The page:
Friday, March 30, 2012

Deep Inside the Supreme Court: How the Vote on Obamacare Will Take Place

Via AP:

While the rest of us have to wait until June, the justices of the Supreme Court will know the likely outcome of the historic health care case by the time they go home this weekend.

After months of anticipation, thousands of pages of briefs and more than six hours of arguments, the justices are to vote on the fate of President Barack Obama's health care overhaul in under an hour Friday. They meet in a wood-paneled conference room on the court's main floor. No one else will be present.

In the weeks after this meeting, individual votes can change. Even who wins can change, as the justices read each other's draft opinions and dissents.

But Friday's vote, which each justice probably will record and many will keep for posterity, will be followed soon after by the assignment of a single justice to write a majority opinion, or in a case this complex, perhaps two or more justices to tackle different issues. That's where the hard work begins, with the clock ticking toward the end of the court's work in early summer.

The late William Rehnquist, who was chief justice for nearly 19 years, has written that the court's conference "is not a bull session in which off-the-cuff reactions are traded." Instead, he said, votes are cast, one by one in order of seniority.

The Friday conference also is not a debate, says Brian Fitzpatrick, a Vanderbilt University law professor who worked for Justice Antonin Scalia 10 years ago. There will be plenty of time for the back-and-forth in dueling opinions that could follow.

"There's not a whole lot of give and take at the conference. They say, 'This is how I'm going to vote' and give a few sentences," Fitzpatrick said.

It will be the first time the justices gather as a group to discuss the case. Even they do not always know what the others are thinking when they enter the conference room adjacent to Chief Justice John Roberts' office.

Table Talking

By custom, they shake hands. Then Roberts will take his seat at the head of a rectangular table. Scalia, the longest serving among them, will be at the other end. The seven other justices also sit according to seniority, the four most junior on one side across from the three others.

"They generally find out how the votes line up at the conference," said Orin Kerr, a George Washington University law professor who worked for Justice Anthony Kennedy nine years ago.

The uncertainty may be especially pronounced in this case, where the views of Roberts and Kennedy are likely to decide the outcome, Kerr said in an interview Thursday. "I don't think anyone knows. I'm not sure Justice Kennedy knows."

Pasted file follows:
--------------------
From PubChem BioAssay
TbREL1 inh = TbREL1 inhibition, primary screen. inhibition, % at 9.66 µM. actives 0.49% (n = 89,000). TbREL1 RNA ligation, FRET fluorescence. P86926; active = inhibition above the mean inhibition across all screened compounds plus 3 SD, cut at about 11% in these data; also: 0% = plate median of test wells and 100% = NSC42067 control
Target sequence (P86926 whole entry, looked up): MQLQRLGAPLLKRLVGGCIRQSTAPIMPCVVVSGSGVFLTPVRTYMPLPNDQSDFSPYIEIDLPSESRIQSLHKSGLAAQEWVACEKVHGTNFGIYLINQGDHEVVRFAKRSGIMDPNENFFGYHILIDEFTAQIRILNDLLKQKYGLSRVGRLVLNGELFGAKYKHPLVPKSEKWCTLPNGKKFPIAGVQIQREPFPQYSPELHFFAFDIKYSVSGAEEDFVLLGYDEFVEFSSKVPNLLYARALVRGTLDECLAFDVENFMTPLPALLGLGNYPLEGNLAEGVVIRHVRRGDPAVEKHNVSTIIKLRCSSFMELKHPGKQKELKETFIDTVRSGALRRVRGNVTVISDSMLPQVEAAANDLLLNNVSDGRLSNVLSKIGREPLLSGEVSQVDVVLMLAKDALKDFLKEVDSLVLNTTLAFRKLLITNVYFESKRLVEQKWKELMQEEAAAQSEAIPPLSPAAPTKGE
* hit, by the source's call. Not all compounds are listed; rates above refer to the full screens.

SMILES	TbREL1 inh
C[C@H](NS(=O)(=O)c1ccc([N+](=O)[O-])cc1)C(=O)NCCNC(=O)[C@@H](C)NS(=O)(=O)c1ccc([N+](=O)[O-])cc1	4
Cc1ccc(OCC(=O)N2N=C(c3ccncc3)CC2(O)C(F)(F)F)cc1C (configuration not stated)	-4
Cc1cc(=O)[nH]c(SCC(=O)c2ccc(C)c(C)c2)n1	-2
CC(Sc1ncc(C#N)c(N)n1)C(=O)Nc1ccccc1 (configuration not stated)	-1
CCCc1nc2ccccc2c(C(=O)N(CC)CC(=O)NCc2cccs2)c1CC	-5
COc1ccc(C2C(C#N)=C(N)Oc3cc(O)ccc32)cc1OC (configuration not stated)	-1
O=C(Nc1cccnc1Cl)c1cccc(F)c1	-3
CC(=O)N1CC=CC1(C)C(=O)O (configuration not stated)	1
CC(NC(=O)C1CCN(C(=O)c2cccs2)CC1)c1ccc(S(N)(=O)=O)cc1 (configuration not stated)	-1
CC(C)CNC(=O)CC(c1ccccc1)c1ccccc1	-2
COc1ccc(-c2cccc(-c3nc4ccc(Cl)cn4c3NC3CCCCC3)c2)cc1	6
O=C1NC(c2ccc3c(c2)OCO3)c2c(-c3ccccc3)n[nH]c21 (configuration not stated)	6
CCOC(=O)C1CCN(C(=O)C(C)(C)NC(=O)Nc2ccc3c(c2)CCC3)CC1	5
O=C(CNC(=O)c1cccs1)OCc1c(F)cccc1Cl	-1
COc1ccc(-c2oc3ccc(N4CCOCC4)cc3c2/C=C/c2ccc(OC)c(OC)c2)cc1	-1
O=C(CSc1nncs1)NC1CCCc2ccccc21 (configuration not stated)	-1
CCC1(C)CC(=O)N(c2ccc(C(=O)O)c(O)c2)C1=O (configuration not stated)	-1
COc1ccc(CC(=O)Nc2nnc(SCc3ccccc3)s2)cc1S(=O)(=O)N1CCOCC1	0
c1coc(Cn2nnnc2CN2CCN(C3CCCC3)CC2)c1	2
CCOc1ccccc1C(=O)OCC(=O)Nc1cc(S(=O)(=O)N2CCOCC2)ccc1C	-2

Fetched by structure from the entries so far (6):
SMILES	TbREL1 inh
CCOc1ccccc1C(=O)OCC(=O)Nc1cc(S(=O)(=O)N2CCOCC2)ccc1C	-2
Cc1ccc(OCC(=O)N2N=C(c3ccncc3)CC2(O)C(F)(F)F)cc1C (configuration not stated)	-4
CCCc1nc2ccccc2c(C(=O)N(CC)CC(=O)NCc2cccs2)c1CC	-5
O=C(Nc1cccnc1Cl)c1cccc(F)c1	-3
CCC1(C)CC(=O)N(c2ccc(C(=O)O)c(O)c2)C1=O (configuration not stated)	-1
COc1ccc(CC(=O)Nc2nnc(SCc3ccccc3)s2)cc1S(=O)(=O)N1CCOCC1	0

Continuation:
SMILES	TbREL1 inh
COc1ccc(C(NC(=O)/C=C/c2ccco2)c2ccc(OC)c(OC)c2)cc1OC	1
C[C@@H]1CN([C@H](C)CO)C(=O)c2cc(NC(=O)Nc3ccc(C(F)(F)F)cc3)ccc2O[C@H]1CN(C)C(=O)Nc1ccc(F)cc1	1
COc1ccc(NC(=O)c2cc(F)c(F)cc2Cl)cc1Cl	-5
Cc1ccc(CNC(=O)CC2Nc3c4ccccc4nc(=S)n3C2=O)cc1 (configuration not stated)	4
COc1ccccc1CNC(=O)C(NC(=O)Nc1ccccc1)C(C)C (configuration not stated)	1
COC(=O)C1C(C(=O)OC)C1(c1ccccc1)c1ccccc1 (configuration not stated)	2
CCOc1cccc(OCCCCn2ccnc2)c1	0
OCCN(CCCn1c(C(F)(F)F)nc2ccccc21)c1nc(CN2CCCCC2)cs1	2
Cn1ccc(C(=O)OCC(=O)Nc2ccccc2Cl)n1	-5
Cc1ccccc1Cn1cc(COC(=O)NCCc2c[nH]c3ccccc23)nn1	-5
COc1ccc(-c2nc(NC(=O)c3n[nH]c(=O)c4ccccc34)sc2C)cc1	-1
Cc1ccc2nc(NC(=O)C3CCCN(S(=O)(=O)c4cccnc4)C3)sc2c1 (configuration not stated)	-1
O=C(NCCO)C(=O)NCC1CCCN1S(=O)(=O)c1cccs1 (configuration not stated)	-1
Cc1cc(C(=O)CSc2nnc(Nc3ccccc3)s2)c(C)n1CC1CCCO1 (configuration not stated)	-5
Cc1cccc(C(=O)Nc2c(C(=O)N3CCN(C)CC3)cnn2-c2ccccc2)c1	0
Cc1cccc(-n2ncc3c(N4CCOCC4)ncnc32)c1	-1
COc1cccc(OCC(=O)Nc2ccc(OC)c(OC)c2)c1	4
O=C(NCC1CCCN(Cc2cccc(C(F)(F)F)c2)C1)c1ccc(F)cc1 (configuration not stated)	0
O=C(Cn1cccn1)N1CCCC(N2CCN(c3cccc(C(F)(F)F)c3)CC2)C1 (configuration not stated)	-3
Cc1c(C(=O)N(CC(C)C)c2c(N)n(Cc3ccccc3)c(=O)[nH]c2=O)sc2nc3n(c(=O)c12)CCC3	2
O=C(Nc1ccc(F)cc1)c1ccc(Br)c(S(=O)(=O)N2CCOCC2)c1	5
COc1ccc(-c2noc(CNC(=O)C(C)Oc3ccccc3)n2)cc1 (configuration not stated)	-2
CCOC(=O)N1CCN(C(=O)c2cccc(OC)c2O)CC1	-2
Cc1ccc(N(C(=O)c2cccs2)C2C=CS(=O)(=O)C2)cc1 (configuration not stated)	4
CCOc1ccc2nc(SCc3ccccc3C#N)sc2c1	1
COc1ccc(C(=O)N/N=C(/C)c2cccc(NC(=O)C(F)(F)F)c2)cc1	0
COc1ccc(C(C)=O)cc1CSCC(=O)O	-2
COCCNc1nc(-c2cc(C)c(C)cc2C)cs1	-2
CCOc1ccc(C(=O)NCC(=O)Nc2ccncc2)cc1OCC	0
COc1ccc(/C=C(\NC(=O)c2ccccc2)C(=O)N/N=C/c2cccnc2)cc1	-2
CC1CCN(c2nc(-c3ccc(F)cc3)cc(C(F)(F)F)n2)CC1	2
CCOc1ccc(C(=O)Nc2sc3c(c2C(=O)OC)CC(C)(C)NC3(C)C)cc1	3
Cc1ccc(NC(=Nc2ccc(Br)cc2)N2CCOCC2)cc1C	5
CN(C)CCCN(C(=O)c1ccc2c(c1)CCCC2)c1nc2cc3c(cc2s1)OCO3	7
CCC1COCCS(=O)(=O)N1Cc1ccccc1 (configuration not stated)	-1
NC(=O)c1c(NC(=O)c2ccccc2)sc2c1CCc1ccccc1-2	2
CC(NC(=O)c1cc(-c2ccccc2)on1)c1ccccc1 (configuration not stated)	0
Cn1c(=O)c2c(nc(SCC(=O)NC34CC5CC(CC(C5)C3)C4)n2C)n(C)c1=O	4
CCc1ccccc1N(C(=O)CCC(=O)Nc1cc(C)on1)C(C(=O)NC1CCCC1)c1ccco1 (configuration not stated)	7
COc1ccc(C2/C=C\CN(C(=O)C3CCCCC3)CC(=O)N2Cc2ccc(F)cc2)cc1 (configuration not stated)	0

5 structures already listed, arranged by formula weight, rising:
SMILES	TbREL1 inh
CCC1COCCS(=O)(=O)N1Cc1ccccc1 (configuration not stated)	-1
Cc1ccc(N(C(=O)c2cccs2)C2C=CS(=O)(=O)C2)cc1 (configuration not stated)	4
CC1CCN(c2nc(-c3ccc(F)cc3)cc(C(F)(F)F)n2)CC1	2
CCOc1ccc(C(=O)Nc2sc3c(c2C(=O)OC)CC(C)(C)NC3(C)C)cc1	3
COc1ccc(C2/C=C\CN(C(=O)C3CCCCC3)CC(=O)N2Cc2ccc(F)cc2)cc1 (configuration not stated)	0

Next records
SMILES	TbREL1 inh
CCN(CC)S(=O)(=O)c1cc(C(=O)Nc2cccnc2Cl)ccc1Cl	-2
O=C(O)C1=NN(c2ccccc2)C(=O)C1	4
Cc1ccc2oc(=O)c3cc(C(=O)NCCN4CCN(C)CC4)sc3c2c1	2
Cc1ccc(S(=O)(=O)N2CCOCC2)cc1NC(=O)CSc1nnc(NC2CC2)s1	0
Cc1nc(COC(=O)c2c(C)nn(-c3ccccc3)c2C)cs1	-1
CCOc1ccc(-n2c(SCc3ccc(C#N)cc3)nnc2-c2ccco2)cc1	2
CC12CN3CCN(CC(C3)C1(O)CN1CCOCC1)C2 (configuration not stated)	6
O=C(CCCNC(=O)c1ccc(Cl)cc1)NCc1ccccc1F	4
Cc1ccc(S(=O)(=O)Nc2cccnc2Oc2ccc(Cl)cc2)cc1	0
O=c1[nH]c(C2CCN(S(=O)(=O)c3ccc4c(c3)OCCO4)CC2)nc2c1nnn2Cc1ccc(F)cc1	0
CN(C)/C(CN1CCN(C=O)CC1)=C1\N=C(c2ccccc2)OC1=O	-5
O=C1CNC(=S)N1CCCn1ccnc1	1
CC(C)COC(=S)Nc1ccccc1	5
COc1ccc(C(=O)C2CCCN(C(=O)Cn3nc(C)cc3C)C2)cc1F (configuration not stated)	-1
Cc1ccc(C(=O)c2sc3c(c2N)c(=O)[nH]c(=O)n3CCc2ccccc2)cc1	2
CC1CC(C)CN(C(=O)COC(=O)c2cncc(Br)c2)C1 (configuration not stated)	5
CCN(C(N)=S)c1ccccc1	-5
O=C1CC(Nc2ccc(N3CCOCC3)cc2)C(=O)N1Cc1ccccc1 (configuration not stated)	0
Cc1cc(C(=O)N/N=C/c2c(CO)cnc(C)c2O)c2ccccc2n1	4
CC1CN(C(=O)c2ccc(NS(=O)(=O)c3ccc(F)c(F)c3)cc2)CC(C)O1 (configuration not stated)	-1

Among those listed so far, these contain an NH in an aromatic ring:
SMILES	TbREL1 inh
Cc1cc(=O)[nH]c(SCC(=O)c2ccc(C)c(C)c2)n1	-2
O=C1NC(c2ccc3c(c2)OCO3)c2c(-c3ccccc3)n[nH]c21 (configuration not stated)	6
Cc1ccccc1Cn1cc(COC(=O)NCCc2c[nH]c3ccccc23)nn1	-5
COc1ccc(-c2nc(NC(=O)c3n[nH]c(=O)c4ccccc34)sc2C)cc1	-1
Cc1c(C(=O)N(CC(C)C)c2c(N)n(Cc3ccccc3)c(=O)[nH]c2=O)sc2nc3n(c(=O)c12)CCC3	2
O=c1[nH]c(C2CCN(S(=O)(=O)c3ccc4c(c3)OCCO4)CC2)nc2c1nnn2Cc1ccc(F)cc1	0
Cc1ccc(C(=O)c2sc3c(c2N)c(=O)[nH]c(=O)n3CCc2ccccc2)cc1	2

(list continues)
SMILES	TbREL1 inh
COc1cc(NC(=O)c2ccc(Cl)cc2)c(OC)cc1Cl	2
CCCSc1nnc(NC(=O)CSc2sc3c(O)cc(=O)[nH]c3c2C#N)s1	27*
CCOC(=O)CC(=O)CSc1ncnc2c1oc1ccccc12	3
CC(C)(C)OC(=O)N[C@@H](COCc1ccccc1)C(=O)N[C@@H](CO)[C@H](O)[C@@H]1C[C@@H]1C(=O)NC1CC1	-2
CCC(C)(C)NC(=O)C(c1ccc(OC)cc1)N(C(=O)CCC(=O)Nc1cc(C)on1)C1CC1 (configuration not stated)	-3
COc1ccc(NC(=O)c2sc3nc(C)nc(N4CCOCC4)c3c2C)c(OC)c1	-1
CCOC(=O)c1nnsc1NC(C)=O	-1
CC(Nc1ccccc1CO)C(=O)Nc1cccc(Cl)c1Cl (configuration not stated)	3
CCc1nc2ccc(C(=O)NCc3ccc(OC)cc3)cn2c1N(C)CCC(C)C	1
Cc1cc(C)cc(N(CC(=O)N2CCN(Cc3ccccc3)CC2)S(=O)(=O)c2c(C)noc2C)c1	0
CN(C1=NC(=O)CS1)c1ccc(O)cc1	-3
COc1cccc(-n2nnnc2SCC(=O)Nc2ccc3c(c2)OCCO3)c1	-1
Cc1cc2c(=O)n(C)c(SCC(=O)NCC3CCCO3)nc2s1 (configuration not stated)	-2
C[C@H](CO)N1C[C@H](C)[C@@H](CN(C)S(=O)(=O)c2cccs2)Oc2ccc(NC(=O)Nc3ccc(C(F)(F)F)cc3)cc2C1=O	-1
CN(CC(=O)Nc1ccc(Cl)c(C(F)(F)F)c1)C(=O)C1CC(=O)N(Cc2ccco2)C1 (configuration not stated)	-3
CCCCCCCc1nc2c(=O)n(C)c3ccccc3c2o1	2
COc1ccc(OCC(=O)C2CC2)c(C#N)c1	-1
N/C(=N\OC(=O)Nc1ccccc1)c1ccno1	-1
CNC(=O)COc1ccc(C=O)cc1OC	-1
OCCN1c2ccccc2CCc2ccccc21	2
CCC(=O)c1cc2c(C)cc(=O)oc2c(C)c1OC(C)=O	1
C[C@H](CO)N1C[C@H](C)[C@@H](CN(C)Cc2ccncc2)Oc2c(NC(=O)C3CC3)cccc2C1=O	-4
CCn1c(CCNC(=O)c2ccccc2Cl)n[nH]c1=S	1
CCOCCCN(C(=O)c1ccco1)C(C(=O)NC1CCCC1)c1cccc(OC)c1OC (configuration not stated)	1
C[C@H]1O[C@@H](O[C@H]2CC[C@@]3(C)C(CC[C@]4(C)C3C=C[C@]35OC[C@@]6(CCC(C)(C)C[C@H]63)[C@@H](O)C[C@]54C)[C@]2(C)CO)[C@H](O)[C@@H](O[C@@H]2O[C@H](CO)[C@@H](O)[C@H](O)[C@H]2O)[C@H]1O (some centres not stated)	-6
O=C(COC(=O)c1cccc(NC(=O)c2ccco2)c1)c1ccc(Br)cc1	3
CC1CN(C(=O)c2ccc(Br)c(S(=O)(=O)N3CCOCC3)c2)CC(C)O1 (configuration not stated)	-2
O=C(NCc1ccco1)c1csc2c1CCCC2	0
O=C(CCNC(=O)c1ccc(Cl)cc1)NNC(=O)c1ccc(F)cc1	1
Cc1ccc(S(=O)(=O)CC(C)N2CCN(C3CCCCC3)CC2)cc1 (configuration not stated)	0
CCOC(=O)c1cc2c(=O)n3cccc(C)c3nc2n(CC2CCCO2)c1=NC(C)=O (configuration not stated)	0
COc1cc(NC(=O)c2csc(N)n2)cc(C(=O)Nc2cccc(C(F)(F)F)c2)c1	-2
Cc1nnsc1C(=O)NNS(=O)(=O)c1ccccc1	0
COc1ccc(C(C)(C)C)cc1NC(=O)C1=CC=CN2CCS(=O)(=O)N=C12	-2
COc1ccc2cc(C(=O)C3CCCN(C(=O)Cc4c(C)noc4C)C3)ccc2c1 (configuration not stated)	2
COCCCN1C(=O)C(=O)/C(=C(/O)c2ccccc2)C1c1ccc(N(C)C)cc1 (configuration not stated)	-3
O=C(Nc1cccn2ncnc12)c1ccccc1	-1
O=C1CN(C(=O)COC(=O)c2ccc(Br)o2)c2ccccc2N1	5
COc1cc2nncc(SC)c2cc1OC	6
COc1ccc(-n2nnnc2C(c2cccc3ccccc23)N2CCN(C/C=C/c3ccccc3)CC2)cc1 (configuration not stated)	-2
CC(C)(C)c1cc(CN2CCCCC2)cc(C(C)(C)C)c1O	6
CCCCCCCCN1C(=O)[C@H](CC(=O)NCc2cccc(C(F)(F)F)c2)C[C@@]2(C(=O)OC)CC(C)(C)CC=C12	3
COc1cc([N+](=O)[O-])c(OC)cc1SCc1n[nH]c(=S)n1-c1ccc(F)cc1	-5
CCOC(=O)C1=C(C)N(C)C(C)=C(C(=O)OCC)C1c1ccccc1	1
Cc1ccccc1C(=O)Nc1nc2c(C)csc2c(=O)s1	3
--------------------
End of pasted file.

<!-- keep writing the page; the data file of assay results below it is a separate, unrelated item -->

No one's vote counts more than the others', but because they speak in order of seniority, it will become clear fairly quickly what will become of the health care overhaul.

That's because Roberts speaks first, followed by Scalia, then Kennedy. If the three men hold a common negative view, the Obama health care overhaul probably is history. If they don't, it probably survives.

If Roberts is in the majority, he will assign the main opinion, and in a case of this importance, he may well write it himself, several former law clerks said. If Roberts is a dissenter, the senior justice in the majority assigns the opinion.

Read the rest here.


  1. It sounds like the whole process is a joke. When you vote in a sequential manner, the votes of the less senior people are influenced by what was just cast. There's no way around it. What's more, they even admitted they didn't read the legislation in question. They're just listening the arguments and reading a few briefs submitted to the court. The fate of hundreds of millions of people are decided behind closed doors by people who weren't elected, who can't be held accountable for their decision. Some democracy! What a joke.

    1. First off we do not live in a democracy, this is a constitutional republic. Second, they can be held responsible. Justices can be impeached by congress and the size and scope of the court is determine by congress (see article III section 1).
      And we do not want Justices beholden to political forces, therefore they are appointed and not elected.

  2. A court of law is no democracy, it lays its foundation on the doctrines of jurisprudence.

    The way SCOTUS agrees on a decision is however contrary to the way it works in many other nations. It is quite common for the junior members of the court to speak first, not to be intimidated by opinions rendered by the more senior members of court.